When do students have to repay their student loans?

        Repayments are linked to their income and they only make repayments when their income is over the threshold (currently £26,575 a year). If their income drops below this amount, repayments stop. Each month they pay back 9% of any income over £26,575.

        Where can I find out further information?

        This is available on the government website: This website also explains if a student is eligible to apply for student finance.

        Martin Lewis also provides very useful information on his MoneySavingExpert website: It includes “Student Loans Mythbusting – The truth about uni fees, loans & grants”.

      Year 12 and 13 careers support

      The school provides lots of support during Year 12 and Year 13 to help your daughter or son make an informed post-18 decision. Examples include:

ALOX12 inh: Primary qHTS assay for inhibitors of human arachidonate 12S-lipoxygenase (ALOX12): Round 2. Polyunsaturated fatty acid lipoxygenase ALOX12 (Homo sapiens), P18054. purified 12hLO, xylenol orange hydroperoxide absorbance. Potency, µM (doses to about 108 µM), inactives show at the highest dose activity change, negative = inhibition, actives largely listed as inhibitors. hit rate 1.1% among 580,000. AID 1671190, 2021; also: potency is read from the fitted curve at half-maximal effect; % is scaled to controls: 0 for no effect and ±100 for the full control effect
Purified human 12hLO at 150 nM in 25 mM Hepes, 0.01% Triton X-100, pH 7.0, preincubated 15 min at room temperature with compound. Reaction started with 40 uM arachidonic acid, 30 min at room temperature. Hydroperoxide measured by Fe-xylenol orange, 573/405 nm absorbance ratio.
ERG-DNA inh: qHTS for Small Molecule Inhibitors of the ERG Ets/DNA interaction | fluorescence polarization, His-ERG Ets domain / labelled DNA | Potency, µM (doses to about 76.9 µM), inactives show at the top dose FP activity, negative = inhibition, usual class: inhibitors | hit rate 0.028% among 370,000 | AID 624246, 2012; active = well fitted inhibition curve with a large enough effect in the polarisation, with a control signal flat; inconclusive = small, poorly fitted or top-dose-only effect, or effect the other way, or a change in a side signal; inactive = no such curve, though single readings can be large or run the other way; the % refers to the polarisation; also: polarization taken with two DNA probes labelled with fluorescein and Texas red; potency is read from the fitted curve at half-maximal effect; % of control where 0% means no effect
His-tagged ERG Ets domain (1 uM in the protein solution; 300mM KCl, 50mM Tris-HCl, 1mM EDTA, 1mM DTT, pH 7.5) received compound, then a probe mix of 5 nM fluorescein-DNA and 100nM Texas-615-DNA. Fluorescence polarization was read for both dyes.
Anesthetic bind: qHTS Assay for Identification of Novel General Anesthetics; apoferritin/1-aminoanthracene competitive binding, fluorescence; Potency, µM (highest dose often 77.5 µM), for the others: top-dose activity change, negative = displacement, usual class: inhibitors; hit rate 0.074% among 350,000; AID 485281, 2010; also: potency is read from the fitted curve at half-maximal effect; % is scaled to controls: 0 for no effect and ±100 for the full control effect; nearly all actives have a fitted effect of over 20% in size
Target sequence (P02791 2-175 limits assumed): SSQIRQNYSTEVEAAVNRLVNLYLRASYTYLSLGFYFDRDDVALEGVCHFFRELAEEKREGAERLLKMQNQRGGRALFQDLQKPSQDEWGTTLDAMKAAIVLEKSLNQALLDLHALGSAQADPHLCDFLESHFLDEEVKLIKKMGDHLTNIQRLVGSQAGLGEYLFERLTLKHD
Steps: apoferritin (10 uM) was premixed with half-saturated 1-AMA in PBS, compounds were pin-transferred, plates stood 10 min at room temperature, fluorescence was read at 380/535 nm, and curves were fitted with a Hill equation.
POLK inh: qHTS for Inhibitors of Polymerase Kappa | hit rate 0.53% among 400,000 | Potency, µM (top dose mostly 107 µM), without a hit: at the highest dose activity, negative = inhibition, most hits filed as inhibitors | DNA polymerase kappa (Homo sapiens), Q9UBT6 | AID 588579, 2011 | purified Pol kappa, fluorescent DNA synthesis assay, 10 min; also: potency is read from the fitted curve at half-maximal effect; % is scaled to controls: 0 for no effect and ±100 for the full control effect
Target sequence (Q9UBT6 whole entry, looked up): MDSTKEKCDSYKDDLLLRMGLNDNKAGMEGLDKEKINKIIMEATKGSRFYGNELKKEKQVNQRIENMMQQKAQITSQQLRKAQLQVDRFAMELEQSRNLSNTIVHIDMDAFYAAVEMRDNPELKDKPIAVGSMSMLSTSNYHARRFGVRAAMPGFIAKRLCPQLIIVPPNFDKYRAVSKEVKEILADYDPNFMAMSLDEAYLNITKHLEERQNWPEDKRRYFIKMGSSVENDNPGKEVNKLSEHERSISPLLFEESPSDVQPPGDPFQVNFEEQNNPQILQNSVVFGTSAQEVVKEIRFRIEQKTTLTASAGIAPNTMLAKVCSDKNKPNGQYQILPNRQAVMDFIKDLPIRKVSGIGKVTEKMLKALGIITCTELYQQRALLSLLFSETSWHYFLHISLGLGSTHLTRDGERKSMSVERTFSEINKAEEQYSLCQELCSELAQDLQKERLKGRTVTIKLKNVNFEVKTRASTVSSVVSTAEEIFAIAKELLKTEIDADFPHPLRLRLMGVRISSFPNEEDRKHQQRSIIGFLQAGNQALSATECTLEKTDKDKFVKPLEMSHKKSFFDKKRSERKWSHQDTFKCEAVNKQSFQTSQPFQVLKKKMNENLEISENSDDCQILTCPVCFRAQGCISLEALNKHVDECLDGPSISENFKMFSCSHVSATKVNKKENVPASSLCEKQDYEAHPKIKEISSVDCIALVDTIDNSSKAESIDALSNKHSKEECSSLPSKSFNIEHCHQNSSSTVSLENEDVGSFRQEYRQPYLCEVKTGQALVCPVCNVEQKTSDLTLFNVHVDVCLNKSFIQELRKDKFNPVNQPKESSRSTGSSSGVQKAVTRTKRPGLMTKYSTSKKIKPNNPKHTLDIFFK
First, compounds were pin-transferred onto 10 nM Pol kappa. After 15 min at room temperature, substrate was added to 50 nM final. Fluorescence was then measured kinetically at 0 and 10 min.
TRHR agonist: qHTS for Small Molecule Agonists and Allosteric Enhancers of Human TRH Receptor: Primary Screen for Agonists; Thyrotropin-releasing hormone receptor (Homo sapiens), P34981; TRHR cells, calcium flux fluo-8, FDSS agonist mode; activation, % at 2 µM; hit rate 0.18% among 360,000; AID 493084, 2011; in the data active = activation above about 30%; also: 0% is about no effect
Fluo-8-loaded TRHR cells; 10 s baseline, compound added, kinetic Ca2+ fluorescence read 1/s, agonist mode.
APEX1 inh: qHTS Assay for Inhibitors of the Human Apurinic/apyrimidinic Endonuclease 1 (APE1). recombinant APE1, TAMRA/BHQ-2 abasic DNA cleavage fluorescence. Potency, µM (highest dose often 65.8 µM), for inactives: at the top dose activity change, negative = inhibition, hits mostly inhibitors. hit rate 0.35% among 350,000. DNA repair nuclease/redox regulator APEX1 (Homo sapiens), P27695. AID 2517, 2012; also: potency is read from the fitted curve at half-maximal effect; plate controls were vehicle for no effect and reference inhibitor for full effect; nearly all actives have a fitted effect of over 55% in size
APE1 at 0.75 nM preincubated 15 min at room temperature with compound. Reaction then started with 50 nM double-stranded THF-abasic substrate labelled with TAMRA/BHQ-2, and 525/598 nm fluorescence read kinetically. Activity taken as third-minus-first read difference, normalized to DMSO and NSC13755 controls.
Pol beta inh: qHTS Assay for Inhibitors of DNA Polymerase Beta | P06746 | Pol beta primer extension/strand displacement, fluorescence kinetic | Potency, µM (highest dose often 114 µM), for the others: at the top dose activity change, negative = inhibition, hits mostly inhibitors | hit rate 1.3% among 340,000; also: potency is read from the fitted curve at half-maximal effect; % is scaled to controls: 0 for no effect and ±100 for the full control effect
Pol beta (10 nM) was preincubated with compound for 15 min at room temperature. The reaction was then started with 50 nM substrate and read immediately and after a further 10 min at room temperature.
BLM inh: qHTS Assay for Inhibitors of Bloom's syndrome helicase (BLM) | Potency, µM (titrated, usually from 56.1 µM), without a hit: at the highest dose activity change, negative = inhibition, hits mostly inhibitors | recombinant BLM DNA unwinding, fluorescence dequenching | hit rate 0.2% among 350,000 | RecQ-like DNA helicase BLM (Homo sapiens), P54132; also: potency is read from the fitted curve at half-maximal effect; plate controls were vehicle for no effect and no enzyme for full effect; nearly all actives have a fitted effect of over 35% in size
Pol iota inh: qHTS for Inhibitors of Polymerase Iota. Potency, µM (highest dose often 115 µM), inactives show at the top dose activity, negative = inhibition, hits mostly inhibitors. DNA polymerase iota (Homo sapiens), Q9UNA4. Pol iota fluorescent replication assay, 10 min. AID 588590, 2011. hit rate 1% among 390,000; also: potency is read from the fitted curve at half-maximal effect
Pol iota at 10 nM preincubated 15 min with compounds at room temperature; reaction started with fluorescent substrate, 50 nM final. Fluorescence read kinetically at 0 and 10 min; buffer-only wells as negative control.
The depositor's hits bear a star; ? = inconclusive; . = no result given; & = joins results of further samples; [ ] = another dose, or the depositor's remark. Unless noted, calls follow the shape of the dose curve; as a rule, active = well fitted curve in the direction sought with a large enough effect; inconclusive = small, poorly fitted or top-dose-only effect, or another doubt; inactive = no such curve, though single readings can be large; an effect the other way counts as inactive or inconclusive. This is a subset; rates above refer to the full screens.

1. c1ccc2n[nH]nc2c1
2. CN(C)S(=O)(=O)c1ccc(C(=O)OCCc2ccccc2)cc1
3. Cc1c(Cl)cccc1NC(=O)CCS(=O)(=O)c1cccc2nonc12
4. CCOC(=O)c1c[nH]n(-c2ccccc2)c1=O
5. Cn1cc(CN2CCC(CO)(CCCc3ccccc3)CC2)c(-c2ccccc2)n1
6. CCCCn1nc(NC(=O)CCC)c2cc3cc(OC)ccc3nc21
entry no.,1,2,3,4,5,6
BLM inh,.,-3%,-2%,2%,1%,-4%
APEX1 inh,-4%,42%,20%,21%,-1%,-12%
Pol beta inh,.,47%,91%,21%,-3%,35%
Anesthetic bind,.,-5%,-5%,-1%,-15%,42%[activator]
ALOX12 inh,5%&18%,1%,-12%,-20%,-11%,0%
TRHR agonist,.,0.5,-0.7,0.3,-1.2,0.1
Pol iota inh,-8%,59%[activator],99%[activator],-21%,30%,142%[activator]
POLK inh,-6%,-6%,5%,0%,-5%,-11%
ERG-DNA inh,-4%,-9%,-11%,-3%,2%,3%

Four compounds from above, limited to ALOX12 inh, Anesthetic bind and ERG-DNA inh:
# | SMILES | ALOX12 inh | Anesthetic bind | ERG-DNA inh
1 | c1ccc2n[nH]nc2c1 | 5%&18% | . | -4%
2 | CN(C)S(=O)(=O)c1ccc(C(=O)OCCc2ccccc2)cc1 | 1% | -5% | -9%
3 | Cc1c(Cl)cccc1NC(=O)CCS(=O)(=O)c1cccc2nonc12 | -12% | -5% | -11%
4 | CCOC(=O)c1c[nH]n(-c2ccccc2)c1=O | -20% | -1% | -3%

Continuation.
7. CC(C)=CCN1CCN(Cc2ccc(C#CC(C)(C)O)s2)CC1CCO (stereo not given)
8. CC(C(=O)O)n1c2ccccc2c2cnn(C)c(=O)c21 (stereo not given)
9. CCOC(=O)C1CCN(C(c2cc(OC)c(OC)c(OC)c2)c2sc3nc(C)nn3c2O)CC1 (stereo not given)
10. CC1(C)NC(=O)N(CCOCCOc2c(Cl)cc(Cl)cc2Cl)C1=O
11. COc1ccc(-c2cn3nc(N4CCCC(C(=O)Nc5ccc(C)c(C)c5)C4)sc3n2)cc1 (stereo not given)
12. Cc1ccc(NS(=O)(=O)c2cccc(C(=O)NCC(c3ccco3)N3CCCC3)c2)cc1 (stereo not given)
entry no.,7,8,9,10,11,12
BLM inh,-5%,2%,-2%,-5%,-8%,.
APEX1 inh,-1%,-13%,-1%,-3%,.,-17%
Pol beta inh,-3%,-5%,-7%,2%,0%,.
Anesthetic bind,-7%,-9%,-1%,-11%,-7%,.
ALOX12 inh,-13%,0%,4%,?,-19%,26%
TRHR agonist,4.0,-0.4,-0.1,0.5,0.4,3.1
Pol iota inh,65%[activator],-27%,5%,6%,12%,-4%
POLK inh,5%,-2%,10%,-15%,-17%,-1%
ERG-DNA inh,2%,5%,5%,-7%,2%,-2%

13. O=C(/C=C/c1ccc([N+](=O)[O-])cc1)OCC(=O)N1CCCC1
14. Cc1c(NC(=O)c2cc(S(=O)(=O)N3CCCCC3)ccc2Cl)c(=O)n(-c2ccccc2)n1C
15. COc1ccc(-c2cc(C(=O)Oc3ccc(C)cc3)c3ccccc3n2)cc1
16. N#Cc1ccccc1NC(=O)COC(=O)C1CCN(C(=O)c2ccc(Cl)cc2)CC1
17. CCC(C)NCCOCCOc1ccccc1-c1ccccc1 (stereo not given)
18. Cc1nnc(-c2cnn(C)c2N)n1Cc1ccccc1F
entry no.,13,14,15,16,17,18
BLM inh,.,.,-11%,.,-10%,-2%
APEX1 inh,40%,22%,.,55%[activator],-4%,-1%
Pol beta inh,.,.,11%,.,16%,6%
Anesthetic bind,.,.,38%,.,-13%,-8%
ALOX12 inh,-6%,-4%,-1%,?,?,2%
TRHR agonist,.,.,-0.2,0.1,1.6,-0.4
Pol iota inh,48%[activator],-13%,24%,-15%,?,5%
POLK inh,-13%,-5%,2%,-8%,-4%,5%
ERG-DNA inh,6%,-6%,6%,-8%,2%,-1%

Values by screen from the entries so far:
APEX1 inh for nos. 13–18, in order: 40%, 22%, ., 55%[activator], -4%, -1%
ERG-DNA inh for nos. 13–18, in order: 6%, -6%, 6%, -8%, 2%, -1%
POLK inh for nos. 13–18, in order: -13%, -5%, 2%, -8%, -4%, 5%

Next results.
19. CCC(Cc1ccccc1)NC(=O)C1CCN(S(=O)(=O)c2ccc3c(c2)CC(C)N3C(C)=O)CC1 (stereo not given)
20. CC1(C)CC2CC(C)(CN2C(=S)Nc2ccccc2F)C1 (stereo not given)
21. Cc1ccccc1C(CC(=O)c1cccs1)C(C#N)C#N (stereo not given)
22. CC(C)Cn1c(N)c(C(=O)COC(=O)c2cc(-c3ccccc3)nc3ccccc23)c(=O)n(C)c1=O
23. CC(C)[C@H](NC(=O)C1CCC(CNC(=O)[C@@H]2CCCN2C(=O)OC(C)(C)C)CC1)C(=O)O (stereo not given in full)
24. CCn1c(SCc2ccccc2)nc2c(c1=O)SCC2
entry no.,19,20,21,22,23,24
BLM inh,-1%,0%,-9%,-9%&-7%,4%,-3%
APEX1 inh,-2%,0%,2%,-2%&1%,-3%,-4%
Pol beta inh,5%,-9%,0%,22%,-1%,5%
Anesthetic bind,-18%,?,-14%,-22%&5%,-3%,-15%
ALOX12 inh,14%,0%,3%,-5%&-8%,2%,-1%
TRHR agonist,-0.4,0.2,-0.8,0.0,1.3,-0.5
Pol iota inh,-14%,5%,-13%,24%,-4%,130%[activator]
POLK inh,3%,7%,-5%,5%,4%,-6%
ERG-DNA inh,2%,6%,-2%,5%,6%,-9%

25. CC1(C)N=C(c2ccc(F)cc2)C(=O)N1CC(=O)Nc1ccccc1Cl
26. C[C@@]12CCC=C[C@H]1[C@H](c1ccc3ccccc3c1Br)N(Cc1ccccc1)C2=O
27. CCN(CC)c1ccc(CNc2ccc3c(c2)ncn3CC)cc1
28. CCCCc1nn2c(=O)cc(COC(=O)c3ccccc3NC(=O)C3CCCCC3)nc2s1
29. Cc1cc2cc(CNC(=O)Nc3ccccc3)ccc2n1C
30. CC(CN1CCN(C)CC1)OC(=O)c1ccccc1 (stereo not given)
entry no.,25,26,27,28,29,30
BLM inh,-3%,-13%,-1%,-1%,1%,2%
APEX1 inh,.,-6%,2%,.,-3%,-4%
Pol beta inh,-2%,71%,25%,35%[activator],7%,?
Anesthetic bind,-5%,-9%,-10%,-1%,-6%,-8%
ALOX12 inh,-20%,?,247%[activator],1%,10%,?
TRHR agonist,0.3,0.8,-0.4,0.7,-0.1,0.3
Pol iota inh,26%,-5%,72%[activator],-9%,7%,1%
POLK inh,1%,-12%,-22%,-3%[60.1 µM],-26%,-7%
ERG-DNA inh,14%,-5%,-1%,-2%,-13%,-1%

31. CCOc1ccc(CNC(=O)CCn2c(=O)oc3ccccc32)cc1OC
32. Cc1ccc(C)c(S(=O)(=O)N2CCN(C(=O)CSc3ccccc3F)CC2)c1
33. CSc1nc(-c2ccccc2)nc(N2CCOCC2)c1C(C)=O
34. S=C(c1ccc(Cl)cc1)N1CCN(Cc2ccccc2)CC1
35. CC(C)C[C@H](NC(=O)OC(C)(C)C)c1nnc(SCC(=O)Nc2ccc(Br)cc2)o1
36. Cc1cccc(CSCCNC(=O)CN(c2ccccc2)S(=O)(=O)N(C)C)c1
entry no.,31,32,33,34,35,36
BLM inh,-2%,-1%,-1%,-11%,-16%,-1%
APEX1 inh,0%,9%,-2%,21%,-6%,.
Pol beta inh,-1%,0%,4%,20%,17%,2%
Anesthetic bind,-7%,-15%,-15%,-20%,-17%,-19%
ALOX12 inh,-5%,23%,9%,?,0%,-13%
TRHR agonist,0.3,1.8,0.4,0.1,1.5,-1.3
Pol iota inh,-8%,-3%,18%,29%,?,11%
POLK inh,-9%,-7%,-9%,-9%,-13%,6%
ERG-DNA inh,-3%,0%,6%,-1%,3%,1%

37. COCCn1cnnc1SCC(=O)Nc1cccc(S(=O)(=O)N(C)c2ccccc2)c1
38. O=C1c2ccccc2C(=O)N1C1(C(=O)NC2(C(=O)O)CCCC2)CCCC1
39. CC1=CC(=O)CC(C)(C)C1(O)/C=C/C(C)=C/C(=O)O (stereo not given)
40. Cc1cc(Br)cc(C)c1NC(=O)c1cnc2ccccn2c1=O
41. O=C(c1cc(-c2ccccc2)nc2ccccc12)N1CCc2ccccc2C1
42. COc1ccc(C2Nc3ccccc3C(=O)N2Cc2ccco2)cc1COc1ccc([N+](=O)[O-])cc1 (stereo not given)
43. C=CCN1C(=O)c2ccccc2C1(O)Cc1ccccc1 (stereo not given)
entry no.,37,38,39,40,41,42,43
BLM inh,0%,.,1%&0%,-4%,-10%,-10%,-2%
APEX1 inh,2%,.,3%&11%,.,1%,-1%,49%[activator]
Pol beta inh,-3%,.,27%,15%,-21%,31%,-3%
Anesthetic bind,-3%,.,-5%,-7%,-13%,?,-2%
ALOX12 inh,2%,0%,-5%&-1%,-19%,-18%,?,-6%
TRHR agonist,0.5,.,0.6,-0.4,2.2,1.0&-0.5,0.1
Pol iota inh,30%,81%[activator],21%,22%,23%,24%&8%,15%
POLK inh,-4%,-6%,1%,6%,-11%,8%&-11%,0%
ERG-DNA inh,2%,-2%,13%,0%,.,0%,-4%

• An opportunity for a 1:1 careers interview with the school’s qualified careers adviser, Mr Silgram.
      • A presentation from the school’s careers adviser about post-18 options.
      • Mentoring and development opportunities, such as The Access Project.
      • University talks and presentations, including information about student finance.
      • Visit to the UCAS Convention to meet universities.
      • Visit to a university.
      • A school UCAS Day to help students start planning what to study at university and where to study.
      • Support to write their UCAS personal statement.
      • Talks from employers to raise awareness of careers and apprenticeship opportunities.
      • Careers advice and support on A level results day.
      • The careers section of the school website.
        Taking a Gap year

        Did you know?

        Reasons for students taking a gap year vary. They include:

        • Using the time to review future plans
        • To go travelling
        • To do work experience (possibly linked to their chosen course or future career plans)